July 29, 2011
New data on medical benefits show the similarities and differences between traditional fee-for-service health care plans and health maintenance organizations (HMOs) for a variety of benefits: physical therapy, durable medical equipment, prosthetics, organ and tissue transplantation, kidney dialysis, and diabetes care management.
In both fee-for-service plans and HMOs, more than two-thirds of participants in private employer-provided health care plans were offered benefits for physical therapy, defined as services to restore natural movement to the body, relieve pain, and prevent further injury. Similarly, in both types of plans, about two-thirds of participants were offered benefits for durable medical equipment, such as oxygen tents, wheelchairs, crutches, and glucose monitors.
Nearly half of the participants in fee-for-service plans were offered benefits for prosthetics and organ and tissue transplantation; among those in HMOs, 35 percent were offered benefits for prosthetics and 31 percent for organ and tissue transplants.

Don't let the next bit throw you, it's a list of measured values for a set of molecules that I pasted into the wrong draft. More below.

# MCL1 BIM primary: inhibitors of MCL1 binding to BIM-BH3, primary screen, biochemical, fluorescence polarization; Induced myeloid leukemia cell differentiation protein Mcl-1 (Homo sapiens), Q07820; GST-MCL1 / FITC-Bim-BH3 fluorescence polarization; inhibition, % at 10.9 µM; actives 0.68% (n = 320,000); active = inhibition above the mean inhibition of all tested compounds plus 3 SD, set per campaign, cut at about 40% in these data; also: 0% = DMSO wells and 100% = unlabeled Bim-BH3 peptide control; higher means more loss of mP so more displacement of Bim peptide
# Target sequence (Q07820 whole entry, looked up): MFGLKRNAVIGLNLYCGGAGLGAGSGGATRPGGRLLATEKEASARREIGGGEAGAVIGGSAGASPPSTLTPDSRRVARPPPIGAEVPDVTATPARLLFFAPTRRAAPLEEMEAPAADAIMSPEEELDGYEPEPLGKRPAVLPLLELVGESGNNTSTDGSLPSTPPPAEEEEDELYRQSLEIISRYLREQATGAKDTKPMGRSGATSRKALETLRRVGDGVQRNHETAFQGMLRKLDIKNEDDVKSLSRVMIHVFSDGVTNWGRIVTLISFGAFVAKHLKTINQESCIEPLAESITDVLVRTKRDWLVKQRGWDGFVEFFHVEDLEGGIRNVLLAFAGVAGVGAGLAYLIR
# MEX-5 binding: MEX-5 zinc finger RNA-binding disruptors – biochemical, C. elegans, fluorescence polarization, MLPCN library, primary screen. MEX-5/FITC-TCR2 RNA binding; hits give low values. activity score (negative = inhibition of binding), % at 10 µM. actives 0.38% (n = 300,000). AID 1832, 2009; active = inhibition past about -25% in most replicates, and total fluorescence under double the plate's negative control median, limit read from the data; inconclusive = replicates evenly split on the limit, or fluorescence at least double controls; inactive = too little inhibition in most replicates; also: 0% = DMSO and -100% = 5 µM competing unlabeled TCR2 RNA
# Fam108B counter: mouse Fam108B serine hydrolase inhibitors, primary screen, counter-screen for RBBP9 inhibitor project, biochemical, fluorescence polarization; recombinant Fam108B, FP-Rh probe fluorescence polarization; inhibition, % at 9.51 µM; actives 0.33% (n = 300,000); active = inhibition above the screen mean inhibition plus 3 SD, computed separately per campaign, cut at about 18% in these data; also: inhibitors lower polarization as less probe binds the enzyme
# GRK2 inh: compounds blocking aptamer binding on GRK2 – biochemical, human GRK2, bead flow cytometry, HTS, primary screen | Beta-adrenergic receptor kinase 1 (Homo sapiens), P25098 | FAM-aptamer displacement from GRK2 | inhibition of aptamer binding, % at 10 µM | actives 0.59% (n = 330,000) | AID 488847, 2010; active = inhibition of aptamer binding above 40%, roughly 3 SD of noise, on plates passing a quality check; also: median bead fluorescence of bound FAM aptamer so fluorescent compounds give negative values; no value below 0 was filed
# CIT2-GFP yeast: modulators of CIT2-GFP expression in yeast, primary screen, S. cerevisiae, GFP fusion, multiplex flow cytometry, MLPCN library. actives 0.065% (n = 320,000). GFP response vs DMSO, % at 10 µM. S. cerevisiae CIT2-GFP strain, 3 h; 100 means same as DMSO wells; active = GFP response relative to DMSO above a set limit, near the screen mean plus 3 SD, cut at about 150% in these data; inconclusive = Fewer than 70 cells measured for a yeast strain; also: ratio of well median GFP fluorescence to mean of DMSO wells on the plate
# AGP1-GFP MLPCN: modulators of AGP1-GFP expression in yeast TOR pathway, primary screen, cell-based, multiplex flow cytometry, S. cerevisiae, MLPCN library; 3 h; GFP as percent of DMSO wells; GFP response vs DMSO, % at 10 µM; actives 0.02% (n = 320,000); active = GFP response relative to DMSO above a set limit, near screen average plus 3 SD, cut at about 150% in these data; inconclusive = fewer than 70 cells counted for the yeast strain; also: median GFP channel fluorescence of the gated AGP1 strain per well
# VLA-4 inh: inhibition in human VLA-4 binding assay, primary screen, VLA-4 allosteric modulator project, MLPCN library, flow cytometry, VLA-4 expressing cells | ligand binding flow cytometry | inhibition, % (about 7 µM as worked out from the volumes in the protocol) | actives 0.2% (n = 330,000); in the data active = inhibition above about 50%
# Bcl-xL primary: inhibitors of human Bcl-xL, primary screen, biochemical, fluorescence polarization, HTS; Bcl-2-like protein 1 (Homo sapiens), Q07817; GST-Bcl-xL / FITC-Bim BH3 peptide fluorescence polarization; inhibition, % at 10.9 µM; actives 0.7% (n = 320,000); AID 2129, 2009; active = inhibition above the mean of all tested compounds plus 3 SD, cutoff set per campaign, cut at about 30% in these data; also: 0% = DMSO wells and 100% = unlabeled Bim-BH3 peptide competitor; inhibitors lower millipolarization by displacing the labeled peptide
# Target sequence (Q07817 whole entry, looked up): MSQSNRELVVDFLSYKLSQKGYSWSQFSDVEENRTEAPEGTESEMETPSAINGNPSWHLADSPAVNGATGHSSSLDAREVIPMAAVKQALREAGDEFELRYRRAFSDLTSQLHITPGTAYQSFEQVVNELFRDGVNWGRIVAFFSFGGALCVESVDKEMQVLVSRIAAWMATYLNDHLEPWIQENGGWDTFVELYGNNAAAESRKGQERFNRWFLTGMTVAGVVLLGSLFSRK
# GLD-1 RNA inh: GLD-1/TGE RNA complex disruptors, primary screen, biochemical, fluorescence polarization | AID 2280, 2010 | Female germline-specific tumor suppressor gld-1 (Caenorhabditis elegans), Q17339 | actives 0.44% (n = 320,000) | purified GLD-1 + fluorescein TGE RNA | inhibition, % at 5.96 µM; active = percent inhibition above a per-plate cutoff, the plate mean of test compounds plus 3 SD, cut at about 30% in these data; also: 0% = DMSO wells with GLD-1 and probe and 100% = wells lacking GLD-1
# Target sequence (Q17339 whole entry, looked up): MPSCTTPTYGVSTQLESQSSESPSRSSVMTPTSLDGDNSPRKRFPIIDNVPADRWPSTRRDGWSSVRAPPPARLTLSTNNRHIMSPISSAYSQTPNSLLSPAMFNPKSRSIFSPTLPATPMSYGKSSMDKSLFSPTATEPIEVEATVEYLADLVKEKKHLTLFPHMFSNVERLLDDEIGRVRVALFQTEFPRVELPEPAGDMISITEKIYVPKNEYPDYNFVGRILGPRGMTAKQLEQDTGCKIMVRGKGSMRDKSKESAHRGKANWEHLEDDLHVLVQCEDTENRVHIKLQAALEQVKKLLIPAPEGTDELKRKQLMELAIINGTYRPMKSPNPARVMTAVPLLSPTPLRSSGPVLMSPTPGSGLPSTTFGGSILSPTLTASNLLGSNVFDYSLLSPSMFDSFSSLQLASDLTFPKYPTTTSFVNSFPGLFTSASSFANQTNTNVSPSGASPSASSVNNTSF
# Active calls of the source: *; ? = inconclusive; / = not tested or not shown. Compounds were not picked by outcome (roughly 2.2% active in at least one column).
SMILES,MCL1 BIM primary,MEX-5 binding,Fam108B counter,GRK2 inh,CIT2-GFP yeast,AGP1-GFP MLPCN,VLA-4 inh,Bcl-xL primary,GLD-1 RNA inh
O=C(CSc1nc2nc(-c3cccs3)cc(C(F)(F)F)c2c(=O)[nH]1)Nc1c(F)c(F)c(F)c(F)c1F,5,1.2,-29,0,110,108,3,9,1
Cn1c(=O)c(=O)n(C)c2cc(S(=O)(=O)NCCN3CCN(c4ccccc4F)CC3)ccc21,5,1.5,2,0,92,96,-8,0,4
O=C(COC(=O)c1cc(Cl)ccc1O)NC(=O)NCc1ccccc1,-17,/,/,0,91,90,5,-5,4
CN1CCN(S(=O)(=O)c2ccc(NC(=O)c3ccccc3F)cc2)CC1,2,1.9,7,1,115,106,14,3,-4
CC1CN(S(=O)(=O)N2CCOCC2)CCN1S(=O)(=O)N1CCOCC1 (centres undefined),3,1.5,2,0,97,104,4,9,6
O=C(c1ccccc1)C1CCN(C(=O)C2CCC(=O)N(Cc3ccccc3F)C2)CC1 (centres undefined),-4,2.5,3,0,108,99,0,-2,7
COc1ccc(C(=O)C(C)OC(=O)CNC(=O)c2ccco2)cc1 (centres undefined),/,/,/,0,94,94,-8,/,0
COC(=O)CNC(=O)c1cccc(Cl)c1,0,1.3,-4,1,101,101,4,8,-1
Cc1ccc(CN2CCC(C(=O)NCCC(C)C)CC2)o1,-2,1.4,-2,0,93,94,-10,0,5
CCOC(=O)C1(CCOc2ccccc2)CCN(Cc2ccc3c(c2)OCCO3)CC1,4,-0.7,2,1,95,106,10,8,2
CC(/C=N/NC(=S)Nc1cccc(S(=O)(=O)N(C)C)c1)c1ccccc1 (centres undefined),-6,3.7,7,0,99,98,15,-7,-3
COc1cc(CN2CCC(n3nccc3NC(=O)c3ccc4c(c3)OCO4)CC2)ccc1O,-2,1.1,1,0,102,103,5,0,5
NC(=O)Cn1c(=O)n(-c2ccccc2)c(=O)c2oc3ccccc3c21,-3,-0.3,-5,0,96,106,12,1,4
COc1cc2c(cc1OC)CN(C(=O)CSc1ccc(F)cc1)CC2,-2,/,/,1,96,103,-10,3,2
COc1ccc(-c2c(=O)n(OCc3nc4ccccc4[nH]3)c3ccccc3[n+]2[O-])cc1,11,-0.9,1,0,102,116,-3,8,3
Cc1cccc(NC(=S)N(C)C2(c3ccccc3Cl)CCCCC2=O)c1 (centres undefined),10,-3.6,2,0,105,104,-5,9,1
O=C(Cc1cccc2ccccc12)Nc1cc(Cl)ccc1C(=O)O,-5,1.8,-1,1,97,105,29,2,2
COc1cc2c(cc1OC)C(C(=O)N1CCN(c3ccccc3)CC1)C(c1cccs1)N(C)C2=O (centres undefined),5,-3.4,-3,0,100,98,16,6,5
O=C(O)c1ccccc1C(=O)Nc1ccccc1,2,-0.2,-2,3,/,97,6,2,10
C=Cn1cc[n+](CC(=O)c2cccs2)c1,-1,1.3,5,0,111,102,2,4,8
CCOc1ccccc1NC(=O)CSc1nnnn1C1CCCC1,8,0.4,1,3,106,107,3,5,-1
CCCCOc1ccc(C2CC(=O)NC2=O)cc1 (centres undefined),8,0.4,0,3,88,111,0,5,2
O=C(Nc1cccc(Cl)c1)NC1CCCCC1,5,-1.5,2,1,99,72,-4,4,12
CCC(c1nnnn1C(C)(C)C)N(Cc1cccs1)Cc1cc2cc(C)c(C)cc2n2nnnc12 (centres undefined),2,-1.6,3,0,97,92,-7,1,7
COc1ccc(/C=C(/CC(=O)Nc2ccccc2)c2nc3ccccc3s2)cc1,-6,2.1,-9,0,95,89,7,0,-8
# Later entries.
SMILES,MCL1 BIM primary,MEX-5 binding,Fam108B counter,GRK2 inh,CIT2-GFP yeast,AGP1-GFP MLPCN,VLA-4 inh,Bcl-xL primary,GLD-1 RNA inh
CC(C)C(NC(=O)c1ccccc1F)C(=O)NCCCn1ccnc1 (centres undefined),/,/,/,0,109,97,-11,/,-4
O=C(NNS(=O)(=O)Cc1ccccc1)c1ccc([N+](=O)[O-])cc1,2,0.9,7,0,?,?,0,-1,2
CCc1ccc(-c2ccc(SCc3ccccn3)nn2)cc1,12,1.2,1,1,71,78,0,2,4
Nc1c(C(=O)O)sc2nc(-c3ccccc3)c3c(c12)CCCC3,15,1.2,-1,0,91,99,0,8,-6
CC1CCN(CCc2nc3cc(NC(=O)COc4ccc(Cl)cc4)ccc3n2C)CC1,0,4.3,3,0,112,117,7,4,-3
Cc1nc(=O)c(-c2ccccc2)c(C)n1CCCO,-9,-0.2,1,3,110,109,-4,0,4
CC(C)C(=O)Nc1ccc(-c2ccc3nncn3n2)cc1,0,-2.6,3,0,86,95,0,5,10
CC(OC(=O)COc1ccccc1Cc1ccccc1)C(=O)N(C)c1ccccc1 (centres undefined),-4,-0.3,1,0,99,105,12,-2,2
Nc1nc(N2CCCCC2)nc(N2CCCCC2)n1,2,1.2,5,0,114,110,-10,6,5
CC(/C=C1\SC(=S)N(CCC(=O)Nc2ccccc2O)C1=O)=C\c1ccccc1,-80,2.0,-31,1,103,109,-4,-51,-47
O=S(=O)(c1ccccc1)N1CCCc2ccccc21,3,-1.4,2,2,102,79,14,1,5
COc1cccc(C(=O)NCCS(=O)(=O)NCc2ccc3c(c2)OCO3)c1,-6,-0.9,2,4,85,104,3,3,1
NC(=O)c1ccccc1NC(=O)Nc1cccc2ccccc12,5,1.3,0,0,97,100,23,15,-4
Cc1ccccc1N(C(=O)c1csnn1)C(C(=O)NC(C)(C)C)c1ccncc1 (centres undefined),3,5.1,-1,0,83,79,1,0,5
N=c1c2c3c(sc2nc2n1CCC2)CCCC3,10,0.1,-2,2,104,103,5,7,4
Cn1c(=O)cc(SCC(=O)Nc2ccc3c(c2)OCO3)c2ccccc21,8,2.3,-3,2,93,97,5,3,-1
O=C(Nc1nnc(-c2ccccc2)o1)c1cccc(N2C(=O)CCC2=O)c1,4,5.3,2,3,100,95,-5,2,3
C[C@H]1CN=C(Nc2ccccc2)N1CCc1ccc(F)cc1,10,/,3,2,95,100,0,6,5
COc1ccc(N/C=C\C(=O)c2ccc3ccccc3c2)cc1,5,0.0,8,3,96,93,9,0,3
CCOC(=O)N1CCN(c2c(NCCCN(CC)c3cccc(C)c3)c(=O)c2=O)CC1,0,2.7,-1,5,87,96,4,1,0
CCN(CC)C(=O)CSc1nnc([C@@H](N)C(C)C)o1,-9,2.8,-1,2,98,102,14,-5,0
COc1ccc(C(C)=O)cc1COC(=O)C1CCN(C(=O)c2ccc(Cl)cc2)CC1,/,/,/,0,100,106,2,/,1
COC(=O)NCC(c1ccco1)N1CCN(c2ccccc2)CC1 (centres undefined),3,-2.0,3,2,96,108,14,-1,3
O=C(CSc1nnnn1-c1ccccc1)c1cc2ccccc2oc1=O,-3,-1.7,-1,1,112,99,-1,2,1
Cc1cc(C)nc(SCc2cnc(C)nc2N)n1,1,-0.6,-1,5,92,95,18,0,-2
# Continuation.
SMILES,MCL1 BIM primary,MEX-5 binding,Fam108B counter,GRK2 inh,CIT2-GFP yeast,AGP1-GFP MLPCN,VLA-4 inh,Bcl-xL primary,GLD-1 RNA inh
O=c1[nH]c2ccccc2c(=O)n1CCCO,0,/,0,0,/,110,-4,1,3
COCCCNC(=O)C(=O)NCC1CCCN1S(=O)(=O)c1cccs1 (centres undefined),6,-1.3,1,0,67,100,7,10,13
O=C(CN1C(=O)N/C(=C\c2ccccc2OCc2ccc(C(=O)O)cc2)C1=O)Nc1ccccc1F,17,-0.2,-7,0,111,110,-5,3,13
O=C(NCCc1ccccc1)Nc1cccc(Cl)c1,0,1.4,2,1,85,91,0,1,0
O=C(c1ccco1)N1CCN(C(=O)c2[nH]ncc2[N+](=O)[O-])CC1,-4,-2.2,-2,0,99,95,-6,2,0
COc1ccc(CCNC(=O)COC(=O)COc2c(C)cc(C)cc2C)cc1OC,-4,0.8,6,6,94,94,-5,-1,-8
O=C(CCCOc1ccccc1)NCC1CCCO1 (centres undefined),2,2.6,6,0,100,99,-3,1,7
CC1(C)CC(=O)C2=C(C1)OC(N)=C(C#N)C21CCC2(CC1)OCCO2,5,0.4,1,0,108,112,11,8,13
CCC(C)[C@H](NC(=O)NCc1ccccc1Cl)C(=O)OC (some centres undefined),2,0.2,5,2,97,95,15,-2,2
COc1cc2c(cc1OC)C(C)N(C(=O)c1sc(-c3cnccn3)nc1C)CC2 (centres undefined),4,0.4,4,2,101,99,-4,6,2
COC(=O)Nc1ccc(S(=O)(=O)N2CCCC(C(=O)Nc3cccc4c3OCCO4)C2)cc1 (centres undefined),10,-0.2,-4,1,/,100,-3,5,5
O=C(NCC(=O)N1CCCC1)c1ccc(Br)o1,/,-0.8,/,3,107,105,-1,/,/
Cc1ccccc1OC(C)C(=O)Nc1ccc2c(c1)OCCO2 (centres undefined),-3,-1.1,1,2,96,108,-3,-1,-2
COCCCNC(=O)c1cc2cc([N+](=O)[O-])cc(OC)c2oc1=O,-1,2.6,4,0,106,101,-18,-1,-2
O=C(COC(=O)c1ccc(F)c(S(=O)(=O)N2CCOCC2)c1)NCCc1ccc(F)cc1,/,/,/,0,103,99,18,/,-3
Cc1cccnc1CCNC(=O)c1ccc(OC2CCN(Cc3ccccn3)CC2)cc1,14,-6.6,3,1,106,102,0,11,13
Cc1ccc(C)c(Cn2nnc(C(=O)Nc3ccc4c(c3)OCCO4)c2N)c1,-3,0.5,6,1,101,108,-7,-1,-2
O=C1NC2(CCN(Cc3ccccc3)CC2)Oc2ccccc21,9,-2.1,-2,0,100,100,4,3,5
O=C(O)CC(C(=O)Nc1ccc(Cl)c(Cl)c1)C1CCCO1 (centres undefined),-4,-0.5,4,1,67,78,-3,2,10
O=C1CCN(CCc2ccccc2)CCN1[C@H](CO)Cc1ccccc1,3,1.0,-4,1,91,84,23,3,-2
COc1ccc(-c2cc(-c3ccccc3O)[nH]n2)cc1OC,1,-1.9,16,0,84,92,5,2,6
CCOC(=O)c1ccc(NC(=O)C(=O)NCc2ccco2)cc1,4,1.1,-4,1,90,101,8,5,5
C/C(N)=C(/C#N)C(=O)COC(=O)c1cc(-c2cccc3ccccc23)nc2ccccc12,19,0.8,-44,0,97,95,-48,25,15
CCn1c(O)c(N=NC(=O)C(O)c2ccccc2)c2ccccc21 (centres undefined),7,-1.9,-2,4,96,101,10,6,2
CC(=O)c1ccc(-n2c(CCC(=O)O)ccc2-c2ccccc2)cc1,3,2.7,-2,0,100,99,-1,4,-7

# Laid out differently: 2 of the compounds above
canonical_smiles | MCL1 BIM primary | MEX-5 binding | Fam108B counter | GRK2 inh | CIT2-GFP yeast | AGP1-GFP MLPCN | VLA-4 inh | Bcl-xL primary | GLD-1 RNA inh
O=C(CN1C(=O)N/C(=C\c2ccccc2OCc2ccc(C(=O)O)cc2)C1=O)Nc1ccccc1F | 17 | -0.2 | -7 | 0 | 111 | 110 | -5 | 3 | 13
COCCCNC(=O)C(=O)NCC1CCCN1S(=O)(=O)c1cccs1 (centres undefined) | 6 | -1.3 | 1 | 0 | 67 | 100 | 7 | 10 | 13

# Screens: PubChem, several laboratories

Among participants in fee-for-service plans, 30 percent were offered benefits for kidney dialysis and for diabetes care management, whereas the corresponding figures for HMO participants were 19 percent and 17 percent, respectively.
These data are from the National Compensation Survey. To learn more, see "Function First: Medical Benefits to Manage Chronic Disease or Aid Recovery" in the July 2011 issue of Compensation and Working Conditions Online. Data are for employer-provided medical benefits in private industry obtained from the health plan documents of the employers in the 2009 National Compensation Survey sample. The estimates include the incidence of coverage as well as plan limits and copayment amounts.
Bureau of Labor Statistics, U.S. Department of Labor, The Economics Daily, Medical plan benefits for physical therapy, kidney dialysis, and other benefits in 2009 on the Internet at http://www.bls.gov/opub/ted/2011/ted_20110729.htm (visited December 01, 2015).
Fifty years of looking at changes in peoples lives
Longitudinal surveys help us understand long-term changes, such as how events that happened when a person was in high school affect labor market success as an adult.